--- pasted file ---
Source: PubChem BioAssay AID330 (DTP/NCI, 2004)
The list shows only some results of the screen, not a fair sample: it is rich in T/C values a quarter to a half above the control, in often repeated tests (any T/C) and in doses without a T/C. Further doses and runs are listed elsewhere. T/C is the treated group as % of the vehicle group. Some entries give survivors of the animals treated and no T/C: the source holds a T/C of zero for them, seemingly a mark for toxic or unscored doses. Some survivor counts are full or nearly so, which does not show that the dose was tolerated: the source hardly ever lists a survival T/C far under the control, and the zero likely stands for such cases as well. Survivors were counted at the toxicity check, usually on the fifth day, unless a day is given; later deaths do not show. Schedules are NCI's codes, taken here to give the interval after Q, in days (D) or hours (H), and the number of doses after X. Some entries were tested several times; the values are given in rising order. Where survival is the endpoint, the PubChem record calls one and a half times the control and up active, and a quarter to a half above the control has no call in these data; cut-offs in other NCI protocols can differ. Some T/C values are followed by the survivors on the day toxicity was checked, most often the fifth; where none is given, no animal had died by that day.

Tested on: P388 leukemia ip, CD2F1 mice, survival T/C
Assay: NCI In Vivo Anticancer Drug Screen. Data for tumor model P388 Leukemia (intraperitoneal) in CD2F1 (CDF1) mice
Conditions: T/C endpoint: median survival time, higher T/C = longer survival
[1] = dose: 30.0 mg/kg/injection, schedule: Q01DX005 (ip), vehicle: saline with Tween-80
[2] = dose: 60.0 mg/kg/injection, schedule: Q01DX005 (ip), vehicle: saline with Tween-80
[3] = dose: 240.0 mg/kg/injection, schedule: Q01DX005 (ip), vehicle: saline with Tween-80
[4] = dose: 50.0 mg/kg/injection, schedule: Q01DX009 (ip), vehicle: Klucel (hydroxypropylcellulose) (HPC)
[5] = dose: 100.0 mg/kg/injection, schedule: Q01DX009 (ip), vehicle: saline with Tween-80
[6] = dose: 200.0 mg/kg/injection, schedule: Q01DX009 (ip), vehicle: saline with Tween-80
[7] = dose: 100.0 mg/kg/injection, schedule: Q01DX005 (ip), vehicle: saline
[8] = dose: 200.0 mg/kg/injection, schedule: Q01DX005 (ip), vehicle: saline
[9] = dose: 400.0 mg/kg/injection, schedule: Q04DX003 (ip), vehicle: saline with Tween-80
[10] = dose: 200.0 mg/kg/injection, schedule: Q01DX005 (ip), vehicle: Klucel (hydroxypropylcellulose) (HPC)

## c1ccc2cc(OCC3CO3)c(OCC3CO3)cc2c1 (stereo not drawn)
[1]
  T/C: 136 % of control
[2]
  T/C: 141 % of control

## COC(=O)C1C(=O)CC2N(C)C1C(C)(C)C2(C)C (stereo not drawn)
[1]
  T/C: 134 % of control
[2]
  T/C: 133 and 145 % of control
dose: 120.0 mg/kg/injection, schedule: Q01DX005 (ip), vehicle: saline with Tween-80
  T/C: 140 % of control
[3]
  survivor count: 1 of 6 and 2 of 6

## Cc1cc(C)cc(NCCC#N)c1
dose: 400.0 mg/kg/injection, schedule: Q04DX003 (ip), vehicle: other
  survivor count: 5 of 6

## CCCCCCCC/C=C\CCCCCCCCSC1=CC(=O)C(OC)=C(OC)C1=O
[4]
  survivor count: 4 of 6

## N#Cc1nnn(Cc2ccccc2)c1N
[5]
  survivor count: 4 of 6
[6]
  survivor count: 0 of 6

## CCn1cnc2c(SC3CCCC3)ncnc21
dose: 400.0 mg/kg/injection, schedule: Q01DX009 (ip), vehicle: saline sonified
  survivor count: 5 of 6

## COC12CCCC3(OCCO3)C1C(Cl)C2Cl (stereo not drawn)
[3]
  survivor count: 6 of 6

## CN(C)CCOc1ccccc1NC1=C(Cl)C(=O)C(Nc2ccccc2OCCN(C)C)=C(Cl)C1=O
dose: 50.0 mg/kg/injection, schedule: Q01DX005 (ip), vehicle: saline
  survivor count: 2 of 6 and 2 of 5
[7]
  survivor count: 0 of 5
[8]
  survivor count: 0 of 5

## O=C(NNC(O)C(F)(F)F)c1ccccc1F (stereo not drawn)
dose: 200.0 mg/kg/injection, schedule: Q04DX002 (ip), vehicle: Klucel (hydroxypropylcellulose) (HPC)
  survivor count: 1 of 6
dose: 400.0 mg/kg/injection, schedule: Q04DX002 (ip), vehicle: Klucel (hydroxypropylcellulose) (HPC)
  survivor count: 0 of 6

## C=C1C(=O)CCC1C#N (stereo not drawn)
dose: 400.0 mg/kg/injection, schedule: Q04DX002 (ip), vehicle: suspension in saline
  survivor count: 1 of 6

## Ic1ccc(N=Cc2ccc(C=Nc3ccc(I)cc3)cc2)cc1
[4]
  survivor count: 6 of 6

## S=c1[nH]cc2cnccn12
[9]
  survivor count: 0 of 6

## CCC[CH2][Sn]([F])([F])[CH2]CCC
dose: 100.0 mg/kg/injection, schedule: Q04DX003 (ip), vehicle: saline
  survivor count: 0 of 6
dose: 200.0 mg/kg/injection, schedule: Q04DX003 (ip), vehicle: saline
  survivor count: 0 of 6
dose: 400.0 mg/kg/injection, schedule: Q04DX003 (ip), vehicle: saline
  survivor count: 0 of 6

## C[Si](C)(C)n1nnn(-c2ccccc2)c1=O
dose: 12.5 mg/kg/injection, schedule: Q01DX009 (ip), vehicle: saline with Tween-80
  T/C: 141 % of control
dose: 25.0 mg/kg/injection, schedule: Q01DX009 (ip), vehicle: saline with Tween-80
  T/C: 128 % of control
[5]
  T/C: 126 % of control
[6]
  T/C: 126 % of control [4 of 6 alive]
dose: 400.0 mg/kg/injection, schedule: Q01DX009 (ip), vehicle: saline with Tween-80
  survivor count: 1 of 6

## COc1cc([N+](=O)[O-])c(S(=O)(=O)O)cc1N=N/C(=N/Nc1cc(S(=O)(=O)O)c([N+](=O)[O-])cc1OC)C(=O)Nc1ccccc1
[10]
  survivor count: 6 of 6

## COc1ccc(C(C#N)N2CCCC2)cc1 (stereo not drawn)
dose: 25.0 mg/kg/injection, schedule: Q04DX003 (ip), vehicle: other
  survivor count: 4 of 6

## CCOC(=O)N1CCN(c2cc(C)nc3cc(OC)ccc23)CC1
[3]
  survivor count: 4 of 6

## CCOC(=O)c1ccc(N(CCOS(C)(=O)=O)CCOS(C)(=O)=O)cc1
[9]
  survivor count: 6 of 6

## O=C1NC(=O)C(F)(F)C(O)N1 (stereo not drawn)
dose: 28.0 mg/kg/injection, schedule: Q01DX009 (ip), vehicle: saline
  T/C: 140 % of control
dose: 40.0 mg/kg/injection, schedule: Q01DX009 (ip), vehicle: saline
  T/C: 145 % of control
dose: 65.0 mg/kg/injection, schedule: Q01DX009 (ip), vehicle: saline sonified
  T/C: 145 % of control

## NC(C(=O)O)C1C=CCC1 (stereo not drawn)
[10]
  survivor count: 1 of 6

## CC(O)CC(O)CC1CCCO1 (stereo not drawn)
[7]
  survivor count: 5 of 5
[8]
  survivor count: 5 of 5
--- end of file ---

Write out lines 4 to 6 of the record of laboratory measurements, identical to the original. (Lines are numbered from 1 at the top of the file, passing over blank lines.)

Assay: NCI In Vivo Anticancer Drug Screen. Data for tumor model P388 Leukemia (intraperitoneal) in CD2F1 (CDF1) mice
Conditions: T/C endpoint: median survival time, higher T/C = longer survival
[1] = dose: 30.0 mg/kg/injection, schedule: Q01DX005 (ip), vehicle: saline with Tween-80